Widespread Sexual Harassment in the Medical Field

As more women have entered the healthcare field, the rate of sexual harassment has also increased. Women in the industry experience sexual harassment from the time they begin training for their career. For example, as many as half of female medical students have reported being sexually harassed. In addition, 30% of female members of medical faculty say they have been sexually harassed in the past two years.

It gets no better once women enter their residency and start working in hospitals, laboratories, and other medical facilities. 30% to 70% of female physicians report they have experienced sexual harassment in the workplace. This percentage is higher than in most other fields, and there is little evidence that the health care industry is doing anything to stop it. According to an article by the Harvard Business Review, “the efforts of many healthcare organizations and medical centers tend to go little further than avoiding litigation.”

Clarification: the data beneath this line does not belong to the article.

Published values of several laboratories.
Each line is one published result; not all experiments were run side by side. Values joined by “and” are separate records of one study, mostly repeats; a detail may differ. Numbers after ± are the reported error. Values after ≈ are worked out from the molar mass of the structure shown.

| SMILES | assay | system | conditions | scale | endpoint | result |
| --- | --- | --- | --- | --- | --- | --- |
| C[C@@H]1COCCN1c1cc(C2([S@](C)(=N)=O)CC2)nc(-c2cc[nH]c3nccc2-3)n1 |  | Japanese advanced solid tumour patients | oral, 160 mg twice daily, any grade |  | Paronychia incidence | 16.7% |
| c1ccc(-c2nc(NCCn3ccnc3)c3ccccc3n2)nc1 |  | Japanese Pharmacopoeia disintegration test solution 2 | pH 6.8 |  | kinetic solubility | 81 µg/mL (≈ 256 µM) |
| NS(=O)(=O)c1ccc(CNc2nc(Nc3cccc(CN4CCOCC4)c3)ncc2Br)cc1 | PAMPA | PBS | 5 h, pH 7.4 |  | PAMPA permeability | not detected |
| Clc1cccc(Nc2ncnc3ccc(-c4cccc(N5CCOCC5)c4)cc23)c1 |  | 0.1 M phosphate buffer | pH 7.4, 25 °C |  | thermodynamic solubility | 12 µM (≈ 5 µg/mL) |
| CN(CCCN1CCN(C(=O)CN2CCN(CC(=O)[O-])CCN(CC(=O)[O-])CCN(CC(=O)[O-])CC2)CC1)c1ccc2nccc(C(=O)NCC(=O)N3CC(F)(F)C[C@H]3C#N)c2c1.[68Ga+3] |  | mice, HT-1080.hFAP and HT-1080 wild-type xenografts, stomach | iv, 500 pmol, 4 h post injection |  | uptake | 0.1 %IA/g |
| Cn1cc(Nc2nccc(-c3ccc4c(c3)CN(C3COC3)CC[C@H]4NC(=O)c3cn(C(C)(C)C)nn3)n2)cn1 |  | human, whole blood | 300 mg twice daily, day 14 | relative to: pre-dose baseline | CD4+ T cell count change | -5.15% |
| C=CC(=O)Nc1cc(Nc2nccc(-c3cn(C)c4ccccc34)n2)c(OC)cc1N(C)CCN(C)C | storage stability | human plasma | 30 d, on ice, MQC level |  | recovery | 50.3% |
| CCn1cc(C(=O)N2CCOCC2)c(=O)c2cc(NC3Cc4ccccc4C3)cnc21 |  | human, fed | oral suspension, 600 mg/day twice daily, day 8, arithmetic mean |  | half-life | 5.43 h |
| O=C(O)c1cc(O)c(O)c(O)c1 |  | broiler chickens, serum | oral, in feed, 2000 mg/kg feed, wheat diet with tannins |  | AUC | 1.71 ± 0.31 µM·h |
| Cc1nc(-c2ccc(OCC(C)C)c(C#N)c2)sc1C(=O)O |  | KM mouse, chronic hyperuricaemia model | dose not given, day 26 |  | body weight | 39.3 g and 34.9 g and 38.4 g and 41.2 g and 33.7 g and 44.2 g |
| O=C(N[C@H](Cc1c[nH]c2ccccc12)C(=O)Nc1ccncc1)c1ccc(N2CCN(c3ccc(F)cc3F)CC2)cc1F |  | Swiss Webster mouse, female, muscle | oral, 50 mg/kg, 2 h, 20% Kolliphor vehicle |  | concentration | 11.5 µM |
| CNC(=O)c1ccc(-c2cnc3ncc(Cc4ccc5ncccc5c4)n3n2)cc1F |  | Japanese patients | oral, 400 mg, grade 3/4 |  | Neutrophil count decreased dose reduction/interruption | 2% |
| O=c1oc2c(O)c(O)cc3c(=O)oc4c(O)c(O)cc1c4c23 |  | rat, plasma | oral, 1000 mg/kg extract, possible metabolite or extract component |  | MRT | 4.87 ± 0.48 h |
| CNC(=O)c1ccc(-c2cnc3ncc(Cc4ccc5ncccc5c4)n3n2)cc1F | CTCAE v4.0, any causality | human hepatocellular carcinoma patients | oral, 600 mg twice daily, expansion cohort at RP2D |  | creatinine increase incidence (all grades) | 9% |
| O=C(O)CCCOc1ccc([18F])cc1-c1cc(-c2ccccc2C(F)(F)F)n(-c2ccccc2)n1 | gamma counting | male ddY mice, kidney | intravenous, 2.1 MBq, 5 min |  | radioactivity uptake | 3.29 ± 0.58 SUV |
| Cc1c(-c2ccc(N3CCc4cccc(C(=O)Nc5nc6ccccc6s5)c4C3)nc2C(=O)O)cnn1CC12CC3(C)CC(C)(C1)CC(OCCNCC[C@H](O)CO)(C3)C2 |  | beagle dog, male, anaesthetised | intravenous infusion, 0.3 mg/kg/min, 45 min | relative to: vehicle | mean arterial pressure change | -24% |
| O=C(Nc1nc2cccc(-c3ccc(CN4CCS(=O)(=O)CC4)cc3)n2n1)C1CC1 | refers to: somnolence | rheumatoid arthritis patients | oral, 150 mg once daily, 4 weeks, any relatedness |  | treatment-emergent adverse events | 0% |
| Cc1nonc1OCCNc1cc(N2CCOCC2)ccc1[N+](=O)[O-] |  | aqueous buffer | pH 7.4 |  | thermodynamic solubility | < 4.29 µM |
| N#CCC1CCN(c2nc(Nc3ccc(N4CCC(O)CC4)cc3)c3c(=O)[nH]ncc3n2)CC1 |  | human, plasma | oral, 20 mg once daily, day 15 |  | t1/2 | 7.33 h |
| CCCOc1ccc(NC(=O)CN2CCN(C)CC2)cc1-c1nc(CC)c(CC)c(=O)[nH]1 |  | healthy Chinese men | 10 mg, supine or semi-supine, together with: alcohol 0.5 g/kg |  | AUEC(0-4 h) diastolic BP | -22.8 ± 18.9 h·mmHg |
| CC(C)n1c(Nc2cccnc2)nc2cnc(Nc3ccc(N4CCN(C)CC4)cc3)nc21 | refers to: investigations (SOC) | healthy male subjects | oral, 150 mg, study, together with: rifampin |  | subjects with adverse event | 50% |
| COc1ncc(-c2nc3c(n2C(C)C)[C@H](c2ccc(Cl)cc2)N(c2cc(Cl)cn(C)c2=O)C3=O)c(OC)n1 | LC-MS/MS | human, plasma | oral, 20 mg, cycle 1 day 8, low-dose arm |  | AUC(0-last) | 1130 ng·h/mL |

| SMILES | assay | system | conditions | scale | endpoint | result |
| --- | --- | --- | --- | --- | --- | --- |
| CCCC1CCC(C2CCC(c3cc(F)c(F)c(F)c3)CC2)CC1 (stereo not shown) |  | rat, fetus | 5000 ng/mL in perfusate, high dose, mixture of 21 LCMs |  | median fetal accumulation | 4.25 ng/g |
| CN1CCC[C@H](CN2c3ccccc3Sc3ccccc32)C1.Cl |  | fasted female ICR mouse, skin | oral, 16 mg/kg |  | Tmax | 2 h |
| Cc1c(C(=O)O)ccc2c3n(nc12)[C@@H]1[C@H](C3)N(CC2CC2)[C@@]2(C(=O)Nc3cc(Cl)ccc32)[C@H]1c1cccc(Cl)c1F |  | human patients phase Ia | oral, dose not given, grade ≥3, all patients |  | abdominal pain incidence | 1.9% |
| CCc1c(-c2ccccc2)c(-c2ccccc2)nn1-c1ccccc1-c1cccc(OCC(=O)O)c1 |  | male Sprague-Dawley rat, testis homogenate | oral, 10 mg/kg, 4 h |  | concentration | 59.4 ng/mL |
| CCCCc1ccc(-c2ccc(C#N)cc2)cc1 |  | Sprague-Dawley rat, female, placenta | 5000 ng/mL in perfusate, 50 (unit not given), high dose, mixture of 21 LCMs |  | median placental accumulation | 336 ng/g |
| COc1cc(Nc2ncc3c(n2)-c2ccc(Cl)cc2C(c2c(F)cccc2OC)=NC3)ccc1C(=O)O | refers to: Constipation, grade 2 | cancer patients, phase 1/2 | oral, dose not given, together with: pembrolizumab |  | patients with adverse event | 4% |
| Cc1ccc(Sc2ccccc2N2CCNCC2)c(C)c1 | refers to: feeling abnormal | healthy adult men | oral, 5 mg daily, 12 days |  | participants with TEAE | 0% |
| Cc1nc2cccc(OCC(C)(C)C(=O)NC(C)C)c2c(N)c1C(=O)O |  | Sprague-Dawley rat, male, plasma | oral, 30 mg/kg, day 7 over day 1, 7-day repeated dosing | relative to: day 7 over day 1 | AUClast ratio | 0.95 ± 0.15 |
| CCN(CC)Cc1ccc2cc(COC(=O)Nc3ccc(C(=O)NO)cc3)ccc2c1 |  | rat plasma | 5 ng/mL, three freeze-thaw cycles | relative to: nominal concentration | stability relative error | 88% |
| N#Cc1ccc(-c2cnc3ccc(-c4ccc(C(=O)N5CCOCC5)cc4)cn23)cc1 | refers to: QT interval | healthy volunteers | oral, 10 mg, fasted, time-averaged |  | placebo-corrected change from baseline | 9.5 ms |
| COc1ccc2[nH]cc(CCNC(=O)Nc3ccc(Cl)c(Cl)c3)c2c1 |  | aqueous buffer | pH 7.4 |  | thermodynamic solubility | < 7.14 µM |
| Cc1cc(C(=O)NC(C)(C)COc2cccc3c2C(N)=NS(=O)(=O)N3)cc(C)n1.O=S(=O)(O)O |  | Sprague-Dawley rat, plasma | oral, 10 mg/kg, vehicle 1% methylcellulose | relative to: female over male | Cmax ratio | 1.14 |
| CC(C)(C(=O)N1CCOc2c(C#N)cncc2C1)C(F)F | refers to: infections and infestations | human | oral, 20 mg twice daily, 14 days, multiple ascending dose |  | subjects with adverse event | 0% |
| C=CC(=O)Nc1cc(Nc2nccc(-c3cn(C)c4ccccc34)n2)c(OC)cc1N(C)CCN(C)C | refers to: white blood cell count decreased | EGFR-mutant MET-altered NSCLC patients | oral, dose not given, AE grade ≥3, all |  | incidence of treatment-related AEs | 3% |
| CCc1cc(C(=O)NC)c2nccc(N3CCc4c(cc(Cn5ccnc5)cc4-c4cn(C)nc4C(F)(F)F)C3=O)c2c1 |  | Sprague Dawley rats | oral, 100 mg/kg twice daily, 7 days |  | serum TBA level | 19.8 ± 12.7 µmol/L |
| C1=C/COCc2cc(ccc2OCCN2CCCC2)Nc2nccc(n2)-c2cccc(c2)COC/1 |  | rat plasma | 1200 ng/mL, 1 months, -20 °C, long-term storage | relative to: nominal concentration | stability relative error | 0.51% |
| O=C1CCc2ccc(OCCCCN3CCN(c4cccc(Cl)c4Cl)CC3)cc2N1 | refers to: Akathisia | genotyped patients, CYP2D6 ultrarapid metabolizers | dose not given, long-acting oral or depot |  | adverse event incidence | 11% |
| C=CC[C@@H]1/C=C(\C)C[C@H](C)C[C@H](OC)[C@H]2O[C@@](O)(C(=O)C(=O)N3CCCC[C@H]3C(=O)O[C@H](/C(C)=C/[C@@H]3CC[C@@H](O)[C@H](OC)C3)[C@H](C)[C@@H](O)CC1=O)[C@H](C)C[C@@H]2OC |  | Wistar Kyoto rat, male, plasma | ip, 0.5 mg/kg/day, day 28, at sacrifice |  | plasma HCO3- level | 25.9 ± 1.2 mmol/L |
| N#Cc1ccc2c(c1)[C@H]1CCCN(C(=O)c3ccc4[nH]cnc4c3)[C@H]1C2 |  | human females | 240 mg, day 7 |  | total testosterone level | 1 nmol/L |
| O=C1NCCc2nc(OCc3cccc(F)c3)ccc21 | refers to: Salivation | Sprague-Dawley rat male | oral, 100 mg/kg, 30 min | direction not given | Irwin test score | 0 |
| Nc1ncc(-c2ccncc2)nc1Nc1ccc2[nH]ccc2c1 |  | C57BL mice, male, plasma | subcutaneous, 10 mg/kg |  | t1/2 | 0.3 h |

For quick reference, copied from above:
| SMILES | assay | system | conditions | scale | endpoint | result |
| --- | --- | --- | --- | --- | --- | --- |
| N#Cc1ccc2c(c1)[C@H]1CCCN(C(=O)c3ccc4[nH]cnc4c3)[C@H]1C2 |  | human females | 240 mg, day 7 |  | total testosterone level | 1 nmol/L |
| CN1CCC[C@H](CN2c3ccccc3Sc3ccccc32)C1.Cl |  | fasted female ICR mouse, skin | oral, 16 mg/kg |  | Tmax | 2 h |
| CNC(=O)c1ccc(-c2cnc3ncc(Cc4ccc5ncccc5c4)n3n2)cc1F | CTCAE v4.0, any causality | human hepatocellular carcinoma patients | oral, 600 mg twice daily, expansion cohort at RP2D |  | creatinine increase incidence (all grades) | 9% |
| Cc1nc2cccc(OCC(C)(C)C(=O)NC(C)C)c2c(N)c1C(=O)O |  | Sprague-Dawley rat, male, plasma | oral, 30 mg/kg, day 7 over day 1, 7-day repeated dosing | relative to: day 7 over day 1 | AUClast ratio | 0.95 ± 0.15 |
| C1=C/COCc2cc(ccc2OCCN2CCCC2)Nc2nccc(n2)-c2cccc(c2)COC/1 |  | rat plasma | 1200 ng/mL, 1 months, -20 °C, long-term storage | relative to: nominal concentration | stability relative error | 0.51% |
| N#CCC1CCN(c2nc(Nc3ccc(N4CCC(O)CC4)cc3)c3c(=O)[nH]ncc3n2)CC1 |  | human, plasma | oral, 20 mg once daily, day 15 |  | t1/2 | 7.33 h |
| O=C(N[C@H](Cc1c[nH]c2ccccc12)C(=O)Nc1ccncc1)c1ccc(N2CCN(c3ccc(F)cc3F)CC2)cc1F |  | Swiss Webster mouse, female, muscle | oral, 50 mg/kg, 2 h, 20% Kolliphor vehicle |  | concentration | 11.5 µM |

There are several reasons sexual harassment occurs so frequently in the medical field:

  • Management Disparities: the positions of power in the health care field are overwhelmingly dominated by men, with women accounting for the vast majority of subordinates. Transgressions are frequently tolerated in this environment, because those in power tend to “look out for each other.”
  • Isolated Work Environments: Women who work as residents and in hospitals, clinics, and laboratories often work alone with their supervisors. This creates a climate where supervisors can harass subordinates without other witnesses. More than half of all reported incidents of sexual harassment in the medical field occur in isolated work environments.